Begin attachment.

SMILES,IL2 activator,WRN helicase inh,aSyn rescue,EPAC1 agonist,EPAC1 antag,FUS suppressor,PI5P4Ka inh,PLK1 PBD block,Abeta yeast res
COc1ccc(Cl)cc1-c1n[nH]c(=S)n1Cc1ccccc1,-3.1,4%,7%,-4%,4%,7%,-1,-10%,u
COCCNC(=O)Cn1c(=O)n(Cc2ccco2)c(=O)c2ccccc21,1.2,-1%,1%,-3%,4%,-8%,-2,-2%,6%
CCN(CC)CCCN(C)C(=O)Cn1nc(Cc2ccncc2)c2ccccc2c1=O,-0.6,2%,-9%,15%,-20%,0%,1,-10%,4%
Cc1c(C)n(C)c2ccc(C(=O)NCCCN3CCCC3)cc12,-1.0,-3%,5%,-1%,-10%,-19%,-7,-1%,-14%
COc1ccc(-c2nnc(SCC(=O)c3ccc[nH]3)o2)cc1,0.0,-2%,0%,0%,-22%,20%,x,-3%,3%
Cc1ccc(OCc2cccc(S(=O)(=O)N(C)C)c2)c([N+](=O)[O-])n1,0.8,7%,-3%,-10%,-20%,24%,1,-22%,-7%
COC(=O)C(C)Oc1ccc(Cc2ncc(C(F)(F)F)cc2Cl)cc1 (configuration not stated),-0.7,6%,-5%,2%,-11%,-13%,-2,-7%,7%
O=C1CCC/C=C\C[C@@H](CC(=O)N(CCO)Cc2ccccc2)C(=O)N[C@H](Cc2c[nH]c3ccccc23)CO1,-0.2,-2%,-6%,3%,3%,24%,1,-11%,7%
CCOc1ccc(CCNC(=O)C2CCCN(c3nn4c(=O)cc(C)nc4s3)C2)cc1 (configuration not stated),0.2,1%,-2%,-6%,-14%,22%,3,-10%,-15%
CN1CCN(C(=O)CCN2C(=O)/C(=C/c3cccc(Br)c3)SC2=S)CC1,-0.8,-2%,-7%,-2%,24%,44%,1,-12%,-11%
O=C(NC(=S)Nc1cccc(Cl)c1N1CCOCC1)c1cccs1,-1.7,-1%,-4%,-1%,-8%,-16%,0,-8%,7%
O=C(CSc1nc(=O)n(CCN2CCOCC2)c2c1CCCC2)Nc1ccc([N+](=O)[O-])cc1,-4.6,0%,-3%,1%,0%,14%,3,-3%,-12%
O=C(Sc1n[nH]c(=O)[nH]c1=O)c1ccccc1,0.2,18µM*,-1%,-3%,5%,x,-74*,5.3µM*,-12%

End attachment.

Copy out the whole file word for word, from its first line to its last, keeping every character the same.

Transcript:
SMILES,IL2 activator,WRN helicase inh,aSyn rescue,EPAC1 agonist,EPAC1 antag,FUS suppressor,PI5P4Ka inh,PLK1 PBD block,Abeta yeast res
COc1ccc(Cl)cc1-c1n[nH]c(=S)n1Cc1ccccc1,-3.1,4%,7%,-4%,4%,7%,-1,-10%,u
COCCNC(=O)Cn1c(=O)n(Cc2ccco2)c(=O)c2ccccc21,1.2,-1%,1%,-3%,4%,-8%,-2,-2%,6%
CCN(CC)CCCN(C)C(=O)Cn1nc(Cc2ccncc2)c2ccccc2c1=O,-0.6,2%,-9%,15%,-20%,0%,1,-10%,4%
Cc1c(C)n(C)c2ccc(C(=O)NCCCN3CCCC3)cc12,-1.0,-3%,5%,-1%,-10%,-19%,-7,-1%,-14%
COc1ccc(-c2nnc(SCC(=O)c3ccc[nH]3)o2)cc1,0.0,-2%,0%,0%,-22%,20%,x,-3%,3%
Cc1ccc(OCc2cccc(S(=O)(=O)N(C)C)c2)c([N+](=O)[O-])n1,0.8,7%,-3%,-10%,-20%,24%,1,-22%,-7%
COC(=O)C(C)Oc1ccc(Cc2ncc(C(F)(F)F)cc2Cl)cc1 (configuration not stated),-0.7,6%,-5%,2%,-11%,-13%,-2,-7%,7%
O=C1CCC/C=C\C[C@@H](CC(=O)N(CCO)Cc2ccccc2)C(=O)N[C@H](Cc2c[nH]c3ccccc23)CO1,-0.2,-2%,-6%,3%,3%,24%,1,-11%,7%
CCOc1ccc(CCNC(=O)C2CCCN(c3nn4c(=O)cc(C)nc4s3)C2)cc1 (configuration not stated),0.2,1%,-2%,-6%,-14%,22%,3,-10%,-15%
CN1CCN(C(=O)CCN2C(=O)/C(=C/c3cccc(Br)c3)SC2=S)CC1,-0.8,-2%,-7%,-2%,24%,44%,1,-12%,-11%
O=C(NC(=S)Nc1cccc(Cl)c1N1CCOCC1)c1cccs1,-1.7,-1%,-4%,-1%,-8%,-16%,0,-8%,7%
O=C(CSc1nc(=O)n(CCN2CCOCC2)c2c1CCCC2)Nc1ccc([N+](=O)[O-])cc1,-4.6,0%,-3%,1%,0%,14%,3,-3%,-12%
O=C(Sc1n[nH]c(=O)[nH]c1=O)c1ccccc1,0.2,18µM*,-1%,-3%,5%,x,-74*,5.3µM*,-12%